The world's largest publishers have begun growing again after weathering the global recession over the past three years, with Pearson once again emerging as top dog.
According to the annual ranking of global publishing performance, compiled on behalf of Livres Hebdo, Buchreport, Publishers Weekly and The Bookseller, publishing revenues in 2010 have overtaken the total revenues for 2008 and 2009.
Sales of the top 10 publishers are now at €31bn (£27bn), having dipped below the 2007 figure of €29.3bn in both 2008 and 2009; while sales of the top 20 publishers reached €42bn, the first time they have broken the €40bn threshold since 2007.
Pearson leads the pack as the world's largest book publisher, powered in 2010 by its education divisions but also by Penguin which notched up a "record year" last year, with sales up 6%, taking it above revenue of £1bn for the first time in its history. However, Pearson continues to be a rarity among the largest publishers, one of only two groups in the top five with a sizeable trade wing. The London-based group is hotly pursued on the list by professional and STM publishers Reed Elsevier, ThomsonReuters, and Wolters Kluwer, each of whom now has sales well above their 2008 levels. Random House's parent Bertelsmann comes in sixth despite sales having fallen since 2008, and is one place ahead of Hachette Livre, with sales growth since 2008 of less than 1%.
Within the top 10, eight groups registered year-on-year sales growth—only Bertelsmann and Hachette Livre did not—while only two groups—Bertelsmann and Scholastic—reported sales below their 2008 levels. The ranking shows no change within the top six, with McGraw-Hill Education moving into seventh position at the expense of Planeta. Cengage Learning and Scholastic are, however, new entrants at nine and 10 respectively.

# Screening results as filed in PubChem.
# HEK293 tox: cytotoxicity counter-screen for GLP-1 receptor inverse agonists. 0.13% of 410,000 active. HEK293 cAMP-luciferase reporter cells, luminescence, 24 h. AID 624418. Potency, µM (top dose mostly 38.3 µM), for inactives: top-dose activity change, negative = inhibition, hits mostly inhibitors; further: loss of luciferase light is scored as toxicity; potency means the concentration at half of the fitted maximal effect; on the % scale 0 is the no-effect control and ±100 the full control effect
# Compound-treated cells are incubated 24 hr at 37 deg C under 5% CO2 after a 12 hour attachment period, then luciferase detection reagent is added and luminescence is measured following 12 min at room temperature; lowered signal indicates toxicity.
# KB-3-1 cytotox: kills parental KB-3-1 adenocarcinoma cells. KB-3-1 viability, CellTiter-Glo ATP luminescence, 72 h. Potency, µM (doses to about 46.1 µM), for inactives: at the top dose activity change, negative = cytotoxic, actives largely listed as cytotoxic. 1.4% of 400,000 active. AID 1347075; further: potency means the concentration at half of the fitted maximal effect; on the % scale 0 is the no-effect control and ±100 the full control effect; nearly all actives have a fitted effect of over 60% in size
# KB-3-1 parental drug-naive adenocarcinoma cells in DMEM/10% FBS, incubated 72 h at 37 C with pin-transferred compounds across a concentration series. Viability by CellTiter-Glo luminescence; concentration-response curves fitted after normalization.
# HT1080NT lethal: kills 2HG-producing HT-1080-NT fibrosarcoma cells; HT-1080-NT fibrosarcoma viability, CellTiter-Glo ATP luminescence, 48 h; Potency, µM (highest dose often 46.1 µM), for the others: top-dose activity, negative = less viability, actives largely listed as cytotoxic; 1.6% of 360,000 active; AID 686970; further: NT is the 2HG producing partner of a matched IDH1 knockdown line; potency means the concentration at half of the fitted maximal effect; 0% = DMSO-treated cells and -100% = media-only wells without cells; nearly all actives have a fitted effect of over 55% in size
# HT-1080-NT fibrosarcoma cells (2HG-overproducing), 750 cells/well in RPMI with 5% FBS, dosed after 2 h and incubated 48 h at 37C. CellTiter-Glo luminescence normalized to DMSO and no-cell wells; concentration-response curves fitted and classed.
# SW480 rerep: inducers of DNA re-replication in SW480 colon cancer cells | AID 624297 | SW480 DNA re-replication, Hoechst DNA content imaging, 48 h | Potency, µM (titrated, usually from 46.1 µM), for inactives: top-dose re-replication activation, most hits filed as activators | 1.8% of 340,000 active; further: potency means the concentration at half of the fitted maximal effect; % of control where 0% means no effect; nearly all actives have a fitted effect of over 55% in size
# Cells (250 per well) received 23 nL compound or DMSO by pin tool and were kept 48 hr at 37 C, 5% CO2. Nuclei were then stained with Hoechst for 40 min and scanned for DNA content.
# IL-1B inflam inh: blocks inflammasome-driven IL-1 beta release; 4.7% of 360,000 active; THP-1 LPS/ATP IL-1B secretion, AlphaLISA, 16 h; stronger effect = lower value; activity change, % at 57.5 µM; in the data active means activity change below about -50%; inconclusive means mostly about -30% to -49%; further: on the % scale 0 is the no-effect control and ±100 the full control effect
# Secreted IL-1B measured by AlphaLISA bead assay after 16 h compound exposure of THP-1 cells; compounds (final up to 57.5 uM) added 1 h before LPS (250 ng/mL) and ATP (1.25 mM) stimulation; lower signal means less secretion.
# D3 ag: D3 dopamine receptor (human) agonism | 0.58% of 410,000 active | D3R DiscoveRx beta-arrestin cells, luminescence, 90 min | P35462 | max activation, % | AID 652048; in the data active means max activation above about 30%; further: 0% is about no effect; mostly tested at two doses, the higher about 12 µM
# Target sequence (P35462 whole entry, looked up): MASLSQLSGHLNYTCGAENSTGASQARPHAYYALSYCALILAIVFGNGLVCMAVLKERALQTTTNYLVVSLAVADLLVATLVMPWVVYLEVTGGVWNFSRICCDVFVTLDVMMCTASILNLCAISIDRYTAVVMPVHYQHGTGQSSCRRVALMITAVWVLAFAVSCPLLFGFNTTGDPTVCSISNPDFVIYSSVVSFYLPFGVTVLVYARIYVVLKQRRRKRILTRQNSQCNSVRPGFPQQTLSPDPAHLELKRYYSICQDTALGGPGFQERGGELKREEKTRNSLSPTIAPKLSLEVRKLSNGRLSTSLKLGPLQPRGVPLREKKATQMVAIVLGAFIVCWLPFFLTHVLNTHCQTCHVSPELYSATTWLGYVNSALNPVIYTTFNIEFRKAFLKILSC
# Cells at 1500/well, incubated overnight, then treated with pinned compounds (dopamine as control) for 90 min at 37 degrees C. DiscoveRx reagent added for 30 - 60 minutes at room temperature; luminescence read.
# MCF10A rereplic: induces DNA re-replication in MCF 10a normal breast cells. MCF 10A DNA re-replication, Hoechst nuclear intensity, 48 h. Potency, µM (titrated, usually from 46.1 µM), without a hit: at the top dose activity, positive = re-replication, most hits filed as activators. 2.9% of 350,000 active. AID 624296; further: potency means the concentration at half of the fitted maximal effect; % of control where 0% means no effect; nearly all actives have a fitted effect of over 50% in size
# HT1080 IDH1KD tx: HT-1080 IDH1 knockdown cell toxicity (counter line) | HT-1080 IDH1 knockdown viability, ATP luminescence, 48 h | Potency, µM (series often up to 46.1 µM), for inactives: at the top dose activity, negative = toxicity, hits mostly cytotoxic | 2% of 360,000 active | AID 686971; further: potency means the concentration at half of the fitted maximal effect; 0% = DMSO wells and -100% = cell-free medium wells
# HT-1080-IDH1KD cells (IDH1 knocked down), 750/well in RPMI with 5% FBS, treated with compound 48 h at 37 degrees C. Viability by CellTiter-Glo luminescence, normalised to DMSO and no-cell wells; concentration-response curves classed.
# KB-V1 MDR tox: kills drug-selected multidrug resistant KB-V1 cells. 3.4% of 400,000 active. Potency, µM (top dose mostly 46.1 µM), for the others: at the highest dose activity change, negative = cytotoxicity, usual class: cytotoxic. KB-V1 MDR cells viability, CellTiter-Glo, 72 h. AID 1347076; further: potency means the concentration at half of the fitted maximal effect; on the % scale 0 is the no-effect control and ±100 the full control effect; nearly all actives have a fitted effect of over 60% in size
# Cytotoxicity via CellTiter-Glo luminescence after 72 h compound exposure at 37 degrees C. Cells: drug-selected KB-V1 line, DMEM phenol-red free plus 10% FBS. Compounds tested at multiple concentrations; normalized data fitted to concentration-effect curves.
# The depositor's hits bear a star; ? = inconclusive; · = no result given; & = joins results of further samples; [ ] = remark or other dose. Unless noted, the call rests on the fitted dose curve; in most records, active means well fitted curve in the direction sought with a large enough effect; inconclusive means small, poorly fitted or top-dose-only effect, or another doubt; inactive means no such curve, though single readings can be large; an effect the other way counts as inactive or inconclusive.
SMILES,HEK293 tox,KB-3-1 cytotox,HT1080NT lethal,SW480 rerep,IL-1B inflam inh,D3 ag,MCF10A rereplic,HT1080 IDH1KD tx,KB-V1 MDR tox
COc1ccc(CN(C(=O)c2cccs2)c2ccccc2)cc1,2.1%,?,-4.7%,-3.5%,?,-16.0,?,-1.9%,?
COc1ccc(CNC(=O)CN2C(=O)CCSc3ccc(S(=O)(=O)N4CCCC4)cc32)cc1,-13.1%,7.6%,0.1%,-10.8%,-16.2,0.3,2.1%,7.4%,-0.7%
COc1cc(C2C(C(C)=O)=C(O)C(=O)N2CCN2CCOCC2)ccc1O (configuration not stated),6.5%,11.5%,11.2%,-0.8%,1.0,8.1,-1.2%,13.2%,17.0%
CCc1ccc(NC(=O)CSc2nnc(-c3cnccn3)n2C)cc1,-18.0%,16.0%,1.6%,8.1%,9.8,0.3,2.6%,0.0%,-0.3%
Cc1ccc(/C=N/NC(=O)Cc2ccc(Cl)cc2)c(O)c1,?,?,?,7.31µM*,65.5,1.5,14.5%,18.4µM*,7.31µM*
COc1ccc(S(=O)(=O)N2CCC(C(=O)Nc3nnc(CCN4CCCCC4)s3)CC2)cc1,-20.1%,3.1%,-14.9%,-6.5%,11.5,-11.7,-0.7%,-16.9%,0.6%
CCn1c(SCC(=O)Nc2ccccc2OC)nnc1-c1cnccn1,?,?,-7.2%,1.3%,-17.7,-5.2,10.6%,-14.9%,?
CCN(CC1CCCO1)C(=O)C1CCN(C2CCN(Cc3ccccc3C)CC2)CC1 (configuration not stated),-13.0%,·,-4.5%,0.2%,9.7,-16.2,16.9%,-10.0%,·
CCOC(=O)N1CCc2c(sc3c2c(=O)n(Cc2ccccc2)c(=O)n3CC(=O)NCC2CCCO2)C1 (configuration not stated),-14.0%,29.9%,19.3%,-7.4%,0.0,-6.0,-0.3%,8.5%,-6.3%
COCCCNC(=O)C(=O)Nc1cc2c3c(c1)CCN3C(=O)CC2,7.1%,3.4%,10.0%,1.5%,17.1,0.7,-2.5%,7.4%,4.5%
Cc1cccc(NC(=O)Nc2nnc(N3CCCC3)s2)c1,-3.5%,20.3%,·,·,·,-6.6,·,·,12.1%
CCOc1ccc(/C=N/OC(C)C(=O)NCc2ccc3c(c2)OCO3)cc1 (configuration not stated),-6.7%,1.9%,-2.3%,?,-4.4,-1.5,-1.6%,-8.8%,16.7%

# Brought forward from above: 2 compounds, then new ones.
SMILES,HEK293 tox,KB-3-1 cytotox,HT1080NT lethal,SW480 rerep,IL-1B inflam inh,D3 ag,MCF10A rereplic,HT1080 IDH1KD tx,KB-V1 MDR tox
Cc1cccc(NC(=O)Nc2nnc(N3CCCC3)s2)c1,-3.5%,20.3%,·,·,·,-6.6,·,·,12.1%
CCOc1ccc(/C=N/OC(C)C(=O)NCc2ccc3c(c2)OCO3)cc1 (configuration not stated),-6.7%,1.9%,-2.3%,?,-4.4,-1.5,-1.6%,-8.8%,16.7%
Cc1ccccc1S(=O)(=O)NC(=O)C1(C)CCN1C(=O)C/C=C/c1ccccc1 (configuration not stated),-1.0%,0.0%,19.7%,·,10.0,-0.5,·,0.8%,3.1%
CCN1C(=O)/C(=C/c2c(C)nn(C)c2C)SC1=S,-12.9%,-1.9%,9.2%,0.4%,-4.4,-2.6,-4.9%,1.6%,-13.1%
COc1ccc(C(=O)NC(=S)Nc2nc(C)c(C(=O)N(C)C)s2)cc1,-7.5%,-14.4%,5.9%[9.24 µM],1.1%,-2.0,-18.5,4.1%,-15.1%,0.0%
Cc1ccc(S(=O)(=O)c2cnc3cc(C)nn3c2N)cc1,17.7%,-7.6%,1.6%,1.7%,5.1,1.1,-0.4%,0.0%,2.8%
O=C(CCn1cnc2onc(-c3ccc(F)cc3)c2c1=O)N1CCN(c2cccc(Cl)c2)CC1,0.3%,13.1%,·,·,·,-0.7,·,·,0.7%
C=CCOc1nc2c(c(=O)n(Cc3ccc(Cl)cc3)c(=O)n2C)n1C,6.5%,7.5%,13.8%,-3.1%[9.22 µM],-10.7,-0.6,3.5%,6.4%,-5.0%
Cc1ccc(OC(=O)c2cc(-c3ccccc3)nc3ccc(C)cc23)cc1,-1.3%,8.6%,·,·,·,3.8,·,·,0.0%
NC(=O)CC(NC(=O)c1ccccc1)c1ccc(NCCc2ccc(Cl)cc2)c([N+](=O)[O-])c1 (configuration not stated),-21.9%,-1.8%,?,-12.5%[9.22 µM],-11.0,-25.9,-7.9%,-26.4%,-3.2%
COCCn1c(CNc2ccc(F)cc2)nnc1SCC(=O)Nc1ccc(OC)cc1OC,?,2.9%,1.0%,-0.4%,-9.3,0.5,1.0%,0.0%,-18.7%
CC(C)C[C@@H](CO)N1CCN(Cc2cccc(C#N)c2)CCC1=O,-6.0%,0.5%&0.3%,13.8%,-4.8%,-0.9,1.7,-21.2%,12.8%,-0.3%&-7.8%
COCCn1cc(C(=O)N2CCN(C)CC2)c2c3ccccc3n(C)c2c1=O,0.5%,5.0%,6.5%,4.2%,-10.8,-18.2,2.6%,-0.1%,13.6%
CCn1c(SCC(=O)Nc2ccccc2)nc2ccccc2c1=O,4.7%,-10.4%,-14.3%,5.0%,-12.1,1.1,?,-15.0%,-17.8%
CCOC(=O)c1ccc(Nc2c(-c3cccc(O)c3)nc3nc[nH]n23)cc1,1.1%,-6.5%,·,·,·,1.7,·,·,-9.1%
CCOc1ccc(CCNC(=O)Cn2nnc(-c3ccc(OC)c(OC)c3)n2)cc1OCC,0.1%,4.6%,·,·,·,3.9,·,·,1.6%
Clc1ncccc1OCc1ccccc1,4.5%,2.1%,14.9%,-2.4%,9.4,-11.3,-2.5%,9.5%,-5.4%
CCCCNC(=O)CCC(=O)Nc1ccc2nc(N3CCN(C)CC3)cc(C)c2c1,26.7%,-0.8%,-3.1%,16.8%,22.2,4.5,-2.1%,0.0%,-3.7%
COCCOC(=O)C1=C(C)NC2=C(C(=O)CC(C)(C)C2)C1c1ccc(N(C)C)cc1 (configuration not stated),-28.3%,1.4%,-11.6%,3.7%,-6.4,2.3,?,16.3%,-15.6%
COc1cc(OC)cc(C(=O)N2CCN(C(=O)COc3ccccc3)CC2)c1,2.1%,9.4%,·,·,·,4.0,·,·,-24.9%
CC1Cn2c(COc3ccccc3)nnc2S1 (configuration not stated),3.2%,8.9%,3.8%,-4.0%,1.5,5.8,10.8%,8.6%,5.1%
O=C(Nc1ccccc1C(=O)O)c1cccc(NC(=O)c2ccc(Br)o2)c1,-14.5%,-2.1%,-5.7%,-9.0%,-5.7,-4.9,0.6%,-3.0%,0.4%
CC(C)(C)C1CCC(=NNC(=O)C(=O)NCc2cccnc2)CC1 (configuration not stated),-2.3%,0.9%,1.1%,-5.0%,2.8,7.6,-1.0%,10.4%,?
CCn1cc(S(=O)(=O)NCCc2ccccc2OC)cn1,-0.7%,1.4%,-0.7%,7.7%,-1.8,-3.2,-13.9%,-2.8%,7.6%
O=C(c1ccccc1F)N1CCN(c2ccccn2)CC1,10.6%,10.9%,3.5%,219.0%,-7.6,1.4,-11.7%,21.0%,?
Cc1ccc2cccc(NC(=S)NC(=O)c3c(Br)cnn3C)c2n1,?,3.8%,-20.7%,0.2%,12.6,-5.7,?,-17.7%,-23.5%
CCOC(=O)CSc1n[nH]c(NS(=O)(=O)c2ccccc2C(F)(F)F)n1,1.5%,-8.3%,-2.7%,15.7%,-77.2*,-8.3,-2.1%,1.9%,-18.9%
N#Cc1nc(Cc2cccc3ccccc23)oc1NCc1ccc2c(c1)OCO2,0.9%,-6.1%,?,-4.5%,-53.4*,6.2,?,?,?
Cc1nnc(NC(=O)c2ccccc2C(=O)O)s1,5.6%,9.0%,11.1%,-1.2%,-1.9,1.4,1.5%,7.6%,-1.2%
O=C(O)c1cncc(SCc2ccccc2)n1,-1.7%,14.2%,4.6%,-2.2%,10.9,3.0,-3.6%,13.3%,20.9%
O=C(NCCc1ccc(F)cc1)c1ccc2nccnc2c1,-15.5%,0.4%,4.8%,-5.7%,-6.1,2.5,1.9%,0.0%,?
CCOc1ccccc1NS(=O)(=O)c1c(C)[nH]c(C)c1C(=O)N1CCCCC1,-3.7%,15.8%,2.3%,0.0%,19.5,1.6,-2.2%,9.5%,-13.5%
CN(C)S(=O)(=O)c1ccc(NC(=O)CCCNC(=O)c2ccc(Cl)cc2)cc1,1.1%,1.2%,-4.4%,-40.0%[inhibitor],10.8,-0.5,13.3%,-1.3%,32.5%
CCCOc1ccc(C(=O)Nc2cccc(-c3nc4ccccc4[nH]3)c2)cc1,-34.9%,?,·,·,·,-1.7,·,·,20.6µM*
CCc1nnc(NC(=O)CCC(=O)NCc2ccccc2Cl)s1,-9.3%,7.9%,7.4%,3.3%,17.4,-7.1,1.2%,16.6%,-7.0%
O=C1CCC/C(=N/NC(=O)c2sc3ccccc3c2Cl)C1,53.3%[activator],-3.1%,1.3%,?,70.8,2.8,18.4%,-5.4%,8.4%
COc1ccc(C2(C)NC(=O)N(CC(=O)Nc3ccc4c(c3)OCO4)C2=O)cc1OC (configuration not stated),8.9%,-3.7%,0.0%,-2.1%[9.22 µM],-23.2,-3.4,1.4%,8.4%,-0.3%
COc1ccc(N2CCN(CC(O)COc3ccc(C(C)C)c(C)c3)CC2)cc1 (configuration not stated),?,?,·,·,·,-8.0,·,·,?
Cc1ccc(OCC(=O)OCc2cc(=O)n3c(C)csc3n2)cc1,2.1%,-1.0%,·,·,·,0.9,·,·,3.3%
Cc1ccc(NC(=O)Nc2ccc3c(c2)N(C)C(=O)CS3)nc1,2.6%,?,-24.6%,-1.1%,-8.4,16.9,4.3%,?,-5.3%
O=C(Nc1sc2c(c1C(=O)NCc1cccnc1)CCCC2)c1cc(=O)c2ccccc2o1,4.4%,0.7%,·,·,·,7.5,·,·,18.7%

Among the 10 largest groups, professional and STM publishing is the largest sector, with 43% of the total revenues, followed by trade with 31%, and education at 26%. However, the ranking shows how education has grown in size over the past three years with the sector contributing sales of €6.9bn in 2008 to €8.2bn, representing growth of 18%. Trade publishing has grown 9% over the same period, but its share of the total market has diminished from 35% to 31%.
The survey is in marked contrast to bookselling, where a number of brands have fallen foul of the recession and the shift to digital, including Borders, Angus & Robertson and British Bookshops. Others such as Barnes & Noble and Waterstone's continue to struggle. Of the top booksellers, only Amazon has grown its sales over the equivalent time frame.
The Livres Hebdo global ranking of the publishing industry is compiled by consultant Ruediger Wischenbart and co-published by The Bookseller, Buchreport (Germany) and Publishers Weekly (US). The ranking is based on publishers' own reported revenues, and only based on "publishing" sales, including books, journals and professional information in commercially-run databases.
A full report, including the top 50 ranking and analysis, will be published in The Bookseller and online next week.